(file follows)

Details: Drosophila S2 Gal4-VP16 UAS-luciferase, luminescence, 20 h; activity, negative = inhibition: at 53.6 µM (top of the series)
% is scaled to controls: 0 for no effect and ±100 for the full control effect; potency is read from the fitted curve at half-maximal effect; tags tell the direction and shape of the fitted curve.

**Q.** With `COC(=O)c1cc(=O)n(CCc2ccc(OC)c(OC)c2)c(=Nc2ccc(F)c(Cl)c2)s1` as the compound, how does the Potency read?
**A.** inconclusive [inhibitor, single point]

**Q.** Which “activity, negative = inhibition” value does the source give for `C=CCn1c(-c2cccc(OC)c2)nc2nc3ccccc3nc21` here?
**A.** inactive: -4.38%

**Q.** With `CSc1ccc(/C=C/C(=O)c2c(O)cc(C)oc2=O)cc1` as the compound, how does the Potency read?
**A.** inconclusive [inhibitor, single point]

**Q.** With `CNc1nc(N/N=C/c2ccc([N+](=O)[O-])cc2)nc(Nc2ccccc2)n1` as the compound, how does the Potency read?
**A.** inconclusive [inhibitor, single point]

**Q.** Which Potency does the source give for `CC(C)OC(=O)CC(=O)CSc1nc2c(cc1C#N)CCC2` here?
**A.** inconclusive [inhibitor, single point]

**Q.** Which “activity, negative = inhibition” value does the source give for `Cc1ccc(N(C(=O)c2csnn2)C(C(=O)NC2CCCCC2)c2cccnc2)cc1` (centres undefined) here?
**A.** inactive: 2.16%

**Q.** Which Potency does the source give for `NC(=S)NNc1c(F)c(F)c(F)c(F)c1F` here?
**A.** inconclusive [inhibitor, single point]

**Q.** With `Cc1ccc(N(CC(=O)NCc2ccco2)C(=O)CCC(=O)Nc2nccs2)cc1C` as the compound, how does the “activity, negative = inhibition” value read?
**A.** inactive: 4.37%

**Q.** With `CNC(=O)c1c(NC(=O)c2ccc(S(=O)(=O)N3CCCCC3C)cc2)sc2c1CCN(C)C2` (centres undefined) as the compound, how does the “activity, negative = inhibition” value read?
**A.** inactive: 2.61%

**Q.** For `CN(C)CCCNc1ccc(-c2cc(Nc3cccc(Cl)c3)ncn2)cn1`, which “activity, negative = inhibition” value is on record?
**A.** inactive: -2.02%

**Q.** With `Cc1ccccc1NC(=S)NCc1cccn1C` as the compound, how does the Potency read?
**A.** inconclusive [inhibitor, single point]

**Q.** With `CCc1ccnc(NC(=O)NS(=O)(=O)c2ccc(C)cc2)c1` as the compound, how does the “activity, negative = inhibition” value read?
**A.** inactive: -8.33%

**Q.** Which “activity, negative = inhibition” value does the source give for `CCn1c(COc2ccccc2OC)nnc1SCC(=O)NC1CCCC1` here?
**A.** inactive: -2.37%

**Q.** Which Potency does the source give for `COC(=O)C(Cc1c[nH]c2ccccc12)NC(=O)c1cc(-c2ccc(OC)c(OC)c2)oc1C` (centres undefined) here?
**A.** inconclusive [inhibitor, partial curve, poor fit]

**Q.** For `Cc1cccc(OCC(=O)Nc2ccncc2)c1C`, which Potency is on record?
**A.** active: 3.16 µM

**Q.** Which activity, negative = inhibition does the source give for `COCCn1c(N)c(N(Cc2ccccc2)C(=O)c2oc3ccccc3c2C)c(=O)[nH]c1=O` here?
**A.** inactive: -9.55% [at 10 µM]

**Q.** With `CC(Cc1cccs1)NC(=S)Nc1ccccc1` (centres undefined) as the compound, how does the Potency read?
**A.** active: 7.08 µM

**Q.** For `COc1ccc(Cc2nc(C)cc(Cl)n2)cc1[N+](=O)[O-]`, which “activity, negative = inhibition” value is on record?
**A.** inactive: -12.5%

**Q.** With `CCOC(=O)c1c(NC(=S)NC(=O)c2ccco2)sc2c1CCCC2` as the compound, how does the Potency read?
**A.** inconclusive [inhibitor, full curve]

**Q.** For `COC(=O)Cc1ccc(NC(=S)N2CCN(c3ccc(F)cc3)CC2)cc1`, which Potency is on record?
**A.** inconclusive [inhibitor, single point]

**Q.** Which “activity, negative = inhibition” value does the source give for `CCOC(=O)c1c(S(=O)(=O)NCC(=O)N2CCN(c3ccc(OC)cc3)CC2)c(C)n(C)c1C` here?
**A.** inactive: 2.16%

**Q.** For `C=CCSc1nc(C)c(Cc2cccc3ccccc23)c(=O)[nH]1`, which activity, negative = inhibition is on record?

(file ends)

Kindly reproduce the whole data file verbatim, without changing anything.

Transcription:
Details: Drosophila S2 Gal4-VP16 UAS-luciferase, luminescence, 20 h; activity, negative = inhibition: at 53.6 µM (top of the series)
% is scaled to controls: 0 for no effect and ±100 for the full control effect; potency is read from the fitted curve at half-maximal effect; tags tell the direction and shape of the fitted curve.

**Q.** With `COC(=O)c1cc(=O)n(CCc2ccc(OC)c(OC)c2)c(=Nc2ccc(F)c(Cl)c2)s1` as the compound, how does the Potency read?
**A.** inconclusive [inhibitor, single point]

**Q.** Which “activity, negative = inhibition” value does the source give for `C=CCn1c(-c2cccc(OC)c2)nc2nc3ccccc3nc21` here?
**A.** inactive: -4.38%

**Q.** With `CSc1ccc(/C=C/C(=O)c2c(O)cc(C)oc2=O)cc1` as the compound, how does the Potency read?
**A.** inconclusive [inhibitor, single point]

**Q.** With `CNc1nc(N/N=C/c2ccc([N+](=O)[O-])cc2)nc(Nc2ccccc2)n1` as the compound, how does the Potency read?
**A.** inconclusive [inhibitor, single point]

**Q.** Which Potency does the source give for `CC(C)OC(=O)CC(=O)CSc1nc2c(cc1C#N)CCC2` here?
**A.** inconclusive [inhibitor, single point]

**Q.** Which “activity, negative = inhibition” value does the source give for `Cc1ccc(N(C(=O)c2csnn2)C(C(=O)NC2CCCCC2)c2cccnc2)cc1` (centres undefined) here?
**A.** inactive: 2.16%

**Q.** Which Potency does the source give for `NC(=S)NNc1c(F)c(F)c(F)c(F)c1F` here?
**A.** inconclusive [inhibitor, single point]

**Q.** With `Cc1ccc(N(CC(=O)NCc2ccco2)C(=O)CCC(=O)Nc2nccs2)cc1C` as the compound, how does the “activity, negative = inhibition” value read?
**A.** inactive: 4.37%

**Q.** With `CNC(=O)c1c(NC(=O)c2ccc(S(=O)(=O)N3CCCCC3C)cc2)sc2c1CCN(C)C2` (centres undefined) as the compound, how does the “activity, negative = inhibition” value read?
**A.** inactive: 2.61%

**Q.** For `CN(C)CCCNc1ccc(-c2cc(Nc3cccc(Cl)c3)ncn2)cn1`, which “activity, negative = inhibition” value is on record?
**A.** inactive: -2.02%

**Q.** With `Cc1ccccc1NC(=S)NCc1cccn1C` as the compound, how does the Potency read?
**A.** inconclusive [inhibitor, single point]

**Q.** With `CCc1ccnc(NC(=O)NS(=O)(=O)c2ccc(C)cc2)c1` as the compound, how does the “activity, negative = inhibition” value read?
**A.** inactive: -8.33%

**Q.** Which “activity, negative = inhibition” value does the source give for `CCn1c(COc2ccccc2OC)nnc1SCC(=O)NC1CCCC1` here?
**A.** inactive: -2.37%

**Q.** Which Potency does the source give for `COC(=O)C(Cc1c[nH]c2ccccc12)NC(=O)c1cc(-c2ccc(OC)c(OC)c2)oc1C` (centres undefined) here?
**A.** inconclusive [inhibitor, partial curve, poor fit]

**Q.** For `Cc1cccc(OCC(=O)Nc2ccncc2)c1C`, which Potency is on record?
**A.** active: 3.16 µM

**Q.** Which activity, negative = inhibition does the source give for `COCCn1c(N)c(N(Cc2ccccc2)C(=O)c2oc3ccccc3c2C)c(=O)[nH]c1=O` here?
**A.** inactive: -9.55% [at 10 µM]

**Q.** With `CC(Cc1cccs1)NC(=S)Nc1ccccc1` (centres undefined) as the compound, how does the Potency read?
**A.** active: 7.08 µM

**Q.** For `COc1ccc(Cc2nc(C)cc(Cl)n2)cc1[N+](=O)[O-]`, which “activity, negative = inhibition” value is on record?
**A.** inactive: -12.5%

**Q.** With `CCOC(=O)c1c(NC(=S)NC(=O)c2ccco2)sc2c1CCCC2` as the compound, how does the Potency read?
**A.** inconclusive [inhibitor, full curve]

**Q.** For `COC(=O)Cc1ccc(NC(=S)N2CCN(c3ccc(F)cc3)CC2)cc1`, which Potency is on record?
**A.** inconclusive [inhibitor, single point]

**Q.** Which “activity, negative = inhibition” value does the source give for `CCOC(=O)c1c(S(=O)(=O)NCC(=O)N2CCN(c3ccc(OC)cc3)CC2)c(C)n(C)c1C` here?
**A.** inactive: 2.16%

**Q.** For `C=CCSc1nc(C)c(Cc2cccc3ccccc23)c(=O)[nH]1`, which activity, negative = inhibition is on record?